A couple of days ago, the Cambridge University Press sent me a fresh copy of their latest book by Steve Stewart-Williams:  Darwin, God and the Meaning of Life:  How Evolutionary Theory Undermines Everything You Thought You Knew.

Here’s the official PR blurp:

If you accept evolutionary theory, can you also believe in God? Are human beings superior to other animals, or is this just a human prejudice? Does Darwin have implications for heated issues like euthanasia and animal rights? Does evolution tell us the purpose of life, or does it imply that life has no ultimate purpose? Does evolution tell us what is morally right and wrong, or does it imply that ultimately ‘nothing’ is right or wrong?

In this fascinating and intriguing book, Steve Stewart-Williams addresses these and other fundamental philosophical questions raised by evolutionary theory and the exciting new field of evolutionary psychology. Drawing on biology, psychology and philosophy, he argues that Darwinian science supports a view of a godless universe devoid of ultimate purpose or moral structure, but that we can still live a good life and a happy life within the confines of this view.

Here’s a direct quote from the book:

Here’s what I think of the book:

If you are a broad thinker, you will really enjoy Stewart-Williams’ work; he doesn’t take the narrow — God-agnostic view of Evolution like Richard Dawkins — he instead takes a grander view of someone like Sam Harris and examines life and morality as an interconnected universe where truth and facts matter and where the scientific process influences our learning and understanding of the world beneath us.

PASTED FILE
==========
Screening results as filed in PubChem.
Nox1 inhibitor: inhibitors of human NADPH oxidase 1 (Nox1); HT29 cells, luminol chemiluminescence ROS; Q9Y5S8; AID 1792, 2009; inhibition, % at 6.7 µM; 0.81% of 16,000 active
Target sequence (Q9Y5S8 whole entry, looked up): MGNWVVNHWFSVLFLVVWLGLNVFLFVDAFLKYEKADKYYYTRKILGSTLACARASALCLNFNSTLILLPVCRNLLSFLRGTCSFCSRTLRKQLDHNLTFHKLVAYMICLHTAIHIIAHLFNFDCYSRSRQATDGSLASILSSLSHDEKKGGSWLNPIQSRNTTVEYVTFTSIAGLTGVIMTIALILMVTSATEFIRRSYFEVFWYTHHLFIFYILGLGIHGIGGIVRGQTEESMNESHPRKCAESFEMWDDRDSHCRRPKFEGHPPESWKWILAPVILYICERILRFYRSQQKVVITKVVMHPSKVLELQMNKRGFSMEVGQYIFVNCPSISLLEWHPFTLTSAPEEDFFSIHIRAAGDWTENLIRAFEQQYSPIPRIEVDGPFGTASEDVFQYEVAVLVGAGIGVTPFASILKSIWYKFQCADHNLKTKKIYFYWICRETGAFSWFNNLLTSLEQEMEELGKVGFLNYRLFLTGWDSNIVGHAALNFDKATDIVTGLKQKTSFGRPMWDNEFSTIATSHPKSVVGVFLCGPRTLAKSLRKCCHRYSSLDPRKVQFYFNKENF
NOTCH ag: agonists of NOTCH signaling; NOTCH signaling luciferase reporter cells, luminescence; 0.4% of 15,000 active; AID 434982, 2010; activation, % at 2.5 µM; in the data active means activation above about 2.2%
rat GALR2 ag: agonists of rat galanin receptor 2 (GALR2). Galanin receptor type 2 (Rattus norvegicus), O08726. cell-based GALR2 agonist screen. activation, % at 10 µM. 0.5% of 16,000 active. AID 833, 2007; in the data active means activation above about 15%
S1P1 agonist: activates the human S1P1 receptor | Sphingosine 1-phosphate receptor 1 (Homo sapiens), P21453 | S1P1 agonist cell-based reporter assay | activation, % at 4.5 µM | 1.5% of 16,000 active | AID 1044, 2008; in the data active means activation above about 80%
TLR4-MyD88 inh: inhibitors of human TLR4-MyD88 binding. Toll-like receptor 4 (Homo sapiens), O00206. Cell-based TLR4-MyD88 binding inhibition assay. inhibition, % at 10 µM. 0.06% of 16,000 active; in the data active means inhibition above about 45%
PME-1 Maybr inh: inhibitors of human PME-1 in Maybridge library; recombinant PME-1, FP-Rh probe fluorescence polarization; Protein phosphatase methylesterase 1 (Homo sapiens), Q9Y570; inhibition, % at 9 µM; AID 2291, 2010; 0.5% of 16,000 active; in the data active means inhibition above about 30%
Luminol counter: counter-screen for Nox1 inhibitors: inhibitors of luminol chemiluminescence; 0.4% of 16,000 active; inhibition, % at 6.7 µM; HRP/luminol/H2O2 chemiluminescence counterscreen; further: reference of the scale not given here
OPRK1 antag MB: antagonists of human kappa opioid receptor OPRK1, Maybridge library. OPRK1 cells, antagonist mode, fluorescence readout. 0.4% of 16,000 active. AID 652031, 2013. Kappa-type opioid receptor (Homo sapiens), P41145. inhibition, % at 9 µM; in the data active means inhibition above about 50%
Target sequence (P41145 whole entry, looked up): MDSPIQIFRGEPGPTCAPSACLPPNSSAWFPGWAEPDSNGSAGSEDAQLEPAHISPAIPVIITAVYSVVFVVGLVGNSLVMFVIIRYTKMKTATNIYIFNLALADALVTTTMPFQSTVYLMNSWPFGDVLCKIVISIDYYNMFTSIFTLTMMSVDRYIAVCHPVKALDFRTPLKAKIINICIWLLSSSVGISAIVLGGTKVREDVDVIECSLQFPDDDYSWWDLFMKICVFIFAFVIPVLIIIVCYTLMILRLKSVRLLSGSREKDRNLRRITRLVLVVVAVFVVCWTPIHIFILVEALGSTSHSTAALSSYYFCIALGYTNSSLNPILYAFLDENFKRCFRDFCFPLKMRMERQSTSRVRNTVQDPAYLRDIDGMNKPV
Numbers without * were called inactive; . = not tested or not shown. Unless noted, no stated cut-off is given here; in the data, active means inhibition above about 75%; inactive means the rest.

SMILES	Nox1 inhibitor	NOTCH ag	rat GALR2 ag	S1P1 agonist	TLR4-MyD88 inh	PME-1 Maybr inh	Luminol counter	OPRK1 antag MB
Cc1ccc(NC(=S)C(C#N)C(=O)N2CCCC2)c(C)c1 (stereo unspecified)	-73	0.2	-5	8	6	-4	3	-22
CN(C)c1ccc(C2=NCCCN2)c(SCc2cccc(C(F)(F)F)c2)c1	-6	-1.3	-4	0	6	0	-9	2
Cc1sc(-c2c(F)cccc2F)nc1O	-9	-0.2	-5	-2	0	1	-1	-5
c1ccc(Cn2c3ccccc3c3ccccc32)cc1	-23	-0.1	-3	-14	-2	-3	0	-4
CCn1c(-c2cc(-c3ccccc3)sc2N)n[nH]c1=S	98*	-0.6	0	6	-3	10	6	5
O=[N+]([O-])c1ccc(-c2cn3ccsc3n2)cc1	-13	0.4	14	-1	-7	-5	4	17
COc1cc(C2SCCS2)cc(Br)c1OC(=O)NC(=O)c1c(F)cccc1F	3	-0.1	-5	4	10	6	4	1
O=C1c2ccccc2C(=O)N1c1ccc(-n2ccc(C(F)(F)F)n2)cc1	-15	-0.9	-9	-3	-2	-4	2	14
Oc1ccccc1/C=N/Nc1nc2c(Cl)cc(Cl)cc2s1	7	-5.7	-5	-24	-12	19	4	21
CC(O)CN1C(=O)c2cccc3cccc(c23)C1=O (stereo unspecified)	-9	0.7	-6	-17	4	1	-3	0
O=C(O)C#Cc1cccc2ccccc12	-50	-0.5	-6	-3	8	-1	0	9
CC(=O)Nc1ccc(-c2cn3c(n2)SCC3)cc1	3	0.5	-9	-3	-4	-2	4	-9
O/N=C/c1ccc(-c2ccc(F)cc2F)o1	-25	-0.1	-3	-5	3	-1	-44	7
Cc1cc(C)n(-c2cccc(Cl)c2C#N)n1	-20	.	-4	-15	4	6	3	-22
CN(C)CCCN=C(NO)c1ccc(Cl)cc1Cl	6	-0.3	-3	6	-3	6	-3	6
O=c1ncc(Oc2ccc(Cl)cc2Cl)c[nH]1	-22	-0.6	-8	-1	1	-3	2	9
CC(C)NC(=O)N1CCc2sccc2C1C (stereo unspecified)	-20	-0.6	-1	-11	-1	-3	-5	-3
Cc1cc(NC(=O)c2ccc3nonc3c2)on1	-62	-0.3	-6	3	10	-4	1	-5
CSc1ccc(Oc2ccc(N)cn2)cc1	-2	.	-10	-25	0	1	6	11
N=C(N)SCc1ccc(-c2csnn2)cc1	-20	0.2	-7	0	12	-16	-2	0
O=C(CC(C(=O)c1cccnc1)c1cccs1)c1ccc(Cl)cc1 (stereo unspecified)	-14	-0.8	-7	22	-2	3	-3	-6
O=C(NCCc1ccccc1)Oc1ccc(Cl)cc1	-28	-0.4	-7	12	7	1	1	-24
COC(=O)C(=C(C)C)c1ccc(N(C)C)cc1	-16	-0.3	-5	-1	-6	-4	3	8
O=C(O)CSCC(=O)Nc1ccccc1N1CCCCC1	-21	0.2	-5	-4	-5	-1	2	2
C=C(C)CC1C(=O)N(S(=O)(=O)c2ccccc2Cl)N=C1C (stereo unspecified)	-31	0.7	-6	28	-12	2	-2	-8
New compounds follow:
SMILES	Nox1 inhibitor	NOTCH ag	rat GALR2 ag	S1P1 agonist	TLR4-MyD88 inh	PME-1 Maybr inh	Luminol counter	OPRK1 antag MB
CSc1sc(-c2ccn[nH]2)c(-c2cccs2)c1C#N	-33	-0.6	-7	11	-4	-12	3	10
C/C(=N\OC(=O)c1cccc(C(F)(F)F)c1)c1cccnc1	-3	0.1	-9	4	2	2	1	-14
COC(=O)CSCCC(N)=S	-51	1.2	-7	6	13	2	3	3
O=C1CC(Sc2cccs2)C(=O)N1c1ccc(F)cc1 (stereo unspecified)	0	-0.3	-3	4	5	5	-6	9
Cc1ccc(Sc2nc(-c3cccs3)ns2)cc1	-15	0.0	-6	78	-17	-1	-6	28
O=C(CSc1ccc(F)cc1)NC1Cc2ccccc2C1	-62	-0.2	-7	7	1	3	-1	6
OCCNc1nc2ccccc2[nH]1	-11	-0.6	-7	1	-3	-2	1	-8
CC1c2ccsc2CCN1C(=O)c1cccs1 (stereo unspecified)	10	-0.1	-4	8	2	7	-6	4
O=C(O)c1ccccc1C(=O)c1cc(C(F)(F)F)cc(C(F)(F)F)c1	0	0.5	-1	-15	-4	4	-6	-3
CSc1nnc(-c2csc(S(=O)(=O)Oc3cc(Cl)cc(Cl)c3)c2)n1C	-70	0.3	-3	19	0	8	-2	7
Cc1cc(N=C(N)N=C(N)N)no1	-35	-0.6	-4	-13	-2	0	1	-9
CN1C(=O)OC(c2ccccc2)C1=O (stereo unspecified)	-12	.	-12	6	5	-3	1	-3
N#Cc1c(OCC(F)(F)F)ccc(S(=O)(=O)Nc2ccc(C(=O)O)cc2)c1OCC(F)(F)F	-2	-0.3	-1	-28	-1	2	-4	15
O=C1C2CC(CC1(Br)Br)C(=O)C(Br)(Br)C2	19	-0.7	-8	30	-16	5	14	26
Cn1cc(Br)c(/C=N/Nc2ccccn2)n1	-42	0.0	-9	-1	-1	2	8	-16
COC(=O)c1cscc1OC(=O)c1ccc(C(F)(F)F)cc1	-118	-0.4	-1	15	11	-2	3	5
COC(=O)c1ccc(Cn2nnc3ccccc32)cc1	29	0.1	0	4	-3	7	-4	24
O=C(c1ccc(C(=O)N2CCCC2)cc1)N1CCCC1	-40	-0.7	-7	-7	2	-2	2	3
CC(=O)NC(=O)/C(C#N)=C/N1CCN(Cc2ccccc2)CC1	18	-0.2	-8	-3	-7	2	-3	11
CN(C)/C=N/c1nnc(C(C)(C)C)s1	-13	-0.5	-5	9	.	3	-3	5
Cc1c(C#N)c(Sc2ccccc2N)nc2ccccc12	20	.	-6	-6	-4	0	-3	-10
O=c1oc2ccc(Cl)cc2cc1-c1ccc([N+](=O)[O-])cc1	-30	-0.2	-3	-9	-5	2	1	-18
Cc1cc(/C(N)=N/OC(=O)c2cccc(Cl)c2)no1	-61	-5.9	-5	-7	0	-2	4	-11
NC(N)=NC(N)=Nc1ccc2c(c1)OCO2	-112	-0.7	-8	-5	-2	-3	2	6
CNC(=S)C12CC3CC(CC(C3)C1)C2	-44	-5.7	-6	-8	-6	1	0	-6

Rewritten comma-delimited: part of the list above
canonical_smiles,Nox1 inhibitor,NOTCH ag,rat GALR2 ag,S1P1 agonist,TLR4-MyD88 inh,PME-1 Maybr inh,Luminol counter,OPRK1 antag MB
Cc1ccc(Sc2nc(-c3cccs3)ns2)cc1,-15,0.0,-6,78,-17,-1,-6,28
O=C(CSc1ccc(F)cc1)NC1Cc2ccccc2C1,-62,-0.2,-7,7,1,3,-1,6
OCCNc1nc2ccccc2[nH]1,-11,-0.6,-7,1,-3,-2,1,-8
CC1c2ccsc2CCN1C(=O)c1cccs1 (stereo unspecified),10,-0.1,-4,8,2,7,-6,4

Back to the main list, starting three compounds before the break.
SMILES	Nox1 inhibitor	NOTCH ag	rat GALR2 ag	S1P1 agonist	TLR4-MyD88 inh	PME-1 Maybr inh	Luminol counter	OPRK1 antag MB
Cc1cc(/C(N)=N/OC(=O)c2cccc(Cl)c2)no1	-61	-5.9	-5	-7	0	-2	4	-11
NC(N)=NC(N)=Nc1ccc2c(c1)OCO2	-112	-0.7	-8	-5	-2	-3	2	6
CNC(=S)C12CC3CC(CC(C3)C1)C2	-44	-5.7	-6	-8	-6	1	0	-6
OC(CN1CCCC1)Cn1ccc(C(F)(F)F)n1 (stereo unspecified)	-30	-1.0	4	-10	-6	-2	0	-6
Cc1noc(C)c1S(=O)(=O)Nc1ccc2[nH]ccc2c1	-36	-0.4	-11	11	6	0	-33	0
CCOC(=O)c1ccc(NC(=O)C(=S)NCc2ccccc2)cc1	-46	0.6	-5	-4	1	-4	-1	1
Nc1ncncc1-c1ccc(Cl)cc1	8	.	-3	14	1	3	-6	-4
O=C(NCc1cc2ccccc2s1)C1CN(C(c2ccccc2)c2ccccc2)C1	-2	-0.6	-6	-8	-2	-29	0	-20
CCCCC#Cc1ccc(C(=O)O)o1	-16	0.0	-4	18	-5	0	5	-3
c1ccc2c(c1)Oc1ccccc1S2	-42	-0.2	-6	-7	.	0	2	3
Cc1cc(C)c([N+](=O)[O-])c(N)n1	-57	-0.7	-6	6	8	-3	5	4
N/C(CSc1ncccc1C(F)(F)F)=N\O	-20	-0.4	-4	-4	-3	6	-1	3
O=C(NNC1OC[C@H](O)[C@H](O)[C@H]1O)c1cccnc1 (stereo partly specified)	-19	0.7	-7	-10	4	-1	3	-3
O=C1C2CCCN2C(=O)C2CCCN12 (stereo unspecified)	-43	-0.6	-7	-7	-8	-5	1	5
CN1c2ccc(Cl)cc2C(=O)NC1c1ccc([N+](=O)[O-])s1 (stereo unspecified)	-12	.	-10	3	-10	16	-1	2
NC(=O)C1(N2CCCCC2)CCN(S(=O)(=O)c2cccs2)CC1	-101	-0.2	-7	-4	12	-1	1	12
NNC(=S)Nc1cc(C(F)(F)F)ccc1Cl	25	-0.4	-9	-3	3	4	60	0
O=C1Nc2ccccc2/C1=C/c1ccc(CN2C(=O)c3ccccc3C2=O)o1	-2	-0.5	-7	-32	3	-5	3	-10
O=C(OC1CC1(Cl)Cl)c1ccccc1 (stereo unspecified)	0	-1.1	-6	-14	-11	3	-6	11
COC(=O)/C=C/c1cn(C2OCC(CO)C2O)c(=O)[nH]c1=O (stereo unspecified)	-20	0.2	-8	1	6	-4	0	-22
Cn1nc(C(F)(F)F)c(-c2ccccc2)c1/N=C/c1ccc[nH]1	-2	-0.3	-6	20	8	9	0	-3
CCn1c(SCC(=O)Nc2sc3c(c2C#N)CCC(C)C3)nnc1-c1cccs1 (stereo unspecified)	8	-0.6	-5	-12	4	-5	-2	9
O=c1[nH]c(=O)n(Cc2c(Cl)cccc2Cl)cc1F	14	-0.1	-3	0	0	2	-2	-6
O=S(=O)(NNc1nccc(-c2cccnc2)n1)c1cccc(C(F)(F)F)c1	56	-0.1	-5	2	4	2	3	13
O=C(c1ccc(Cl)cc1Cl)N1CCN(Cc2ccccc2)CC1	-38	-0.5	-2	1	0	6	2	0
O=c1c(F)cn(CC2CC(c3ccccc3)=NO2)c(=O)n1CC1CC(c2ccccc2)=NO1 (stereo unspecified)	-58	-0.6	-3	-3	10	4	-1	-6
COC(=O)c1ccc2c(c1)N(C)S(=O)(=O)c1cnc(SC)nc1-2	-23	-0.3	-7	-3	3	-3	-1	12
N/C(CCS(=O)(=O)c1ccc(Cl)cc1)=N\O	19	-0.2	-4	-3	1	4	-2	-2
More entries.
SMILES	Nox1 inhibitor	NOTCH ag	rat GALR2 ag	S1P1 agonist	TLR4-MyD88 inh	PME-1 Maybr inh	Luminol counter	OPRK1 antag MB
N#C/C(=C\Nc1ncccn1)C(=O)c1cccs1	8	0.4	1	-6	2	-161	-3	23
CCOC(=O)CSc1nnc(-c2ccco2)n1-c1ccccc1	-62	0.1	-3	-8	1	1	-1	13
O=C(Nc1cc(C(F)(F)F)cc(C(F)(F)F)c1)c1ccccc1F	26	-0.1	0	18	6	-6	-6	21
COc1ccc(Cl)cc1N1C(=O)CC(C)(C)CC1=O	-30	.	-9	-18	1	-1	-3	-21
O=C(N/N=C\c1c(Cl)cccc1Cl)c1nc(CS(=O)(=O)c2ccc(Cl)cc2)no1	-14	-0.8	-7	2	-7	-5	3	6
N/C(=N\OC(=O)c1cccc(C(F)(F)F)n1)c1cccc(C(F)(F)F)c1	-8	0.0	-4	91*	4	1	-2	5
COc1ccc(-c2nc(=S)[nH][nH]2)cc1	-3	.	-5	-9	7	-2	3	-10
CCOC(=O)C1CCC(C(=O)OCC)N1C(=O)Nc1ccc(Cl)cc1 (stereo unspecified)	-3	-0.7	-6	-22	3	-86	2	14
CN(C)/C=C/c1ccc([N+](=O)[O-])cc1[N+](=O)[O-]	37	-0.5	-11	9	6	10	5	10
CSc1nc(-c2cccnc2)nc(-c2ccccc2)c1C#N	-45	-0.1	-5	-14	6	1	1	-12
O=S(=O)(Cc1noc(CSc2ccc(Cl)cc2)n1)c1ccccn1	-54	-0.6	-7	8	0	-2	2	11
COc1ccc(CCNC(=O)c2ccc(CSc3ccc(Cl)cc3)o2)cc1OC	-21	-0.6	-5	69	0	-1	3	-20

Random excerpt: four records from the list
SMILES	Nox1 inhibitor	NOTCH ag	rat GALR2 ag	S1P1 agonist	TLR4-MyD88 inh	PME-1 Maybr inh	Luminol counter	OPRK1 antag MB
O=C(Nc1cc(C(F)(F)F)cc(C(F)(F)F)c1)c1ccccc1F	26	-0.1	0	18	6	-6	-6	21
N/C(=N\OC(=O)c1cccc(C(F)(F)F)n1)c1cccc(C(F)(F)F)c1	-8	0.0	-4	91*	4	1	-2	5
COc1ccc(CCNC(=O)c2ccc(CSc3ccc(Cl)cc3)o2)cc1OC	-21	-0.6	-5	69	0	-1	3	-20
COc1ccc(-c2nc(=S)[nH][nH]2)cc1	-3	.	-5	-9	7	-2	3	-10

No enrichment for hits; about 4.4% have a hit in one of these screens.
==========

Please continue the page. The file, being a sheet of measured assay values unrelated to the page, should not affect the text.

Here’s what Stewart-Williams says about his book:

Once we get used to the idea that there are no ultimate moral truths, we may find an exhilarating new freedom:  the freedom to rebuild morality from the ground up.  And one of the foundational principles of our new morality should be this:  A universe with less suffering is preferable to one with more.

Be sure to get a copy of Darwin, God and the Meaning of Life:  How Evolutionary Theory Undermines Everything You Thought You Knew and enjoy some fine reading that can reconnect you to a universal sense of scientific righteousness we have too soon forsaken for immediate pleasures and momentary satisfactions.


  1. I’m intrigued by this book. The quote you posted especially interests me. I agree with those that argue that the theories of evolution and creationism coexist just fine. In my gospel studies I have come to know for myself that God is the creator, but that doesn’t mean that I know how it was done. The Bible says “God formed man of the dust of the ground” (KJV Genesis 2:7), which sounds like God took the elements He had organized in the previous periods of creation and used them to make man. I think there can be evolution, creationism, and moral absolutes all rolled into one great truth. And I think we can all know it for ourselves if we sincerely pray (James 1:5). –www.gospelofjoy.wordpress.com

    1. Thank you for your interesting and important comment, and welcome to Memeingful!

      I like your open way of thinking. You are able to examine and evaluate different thoughts and perspectives and insights without feeling your core values are being threatened. That is terrific and important to leading a human life.

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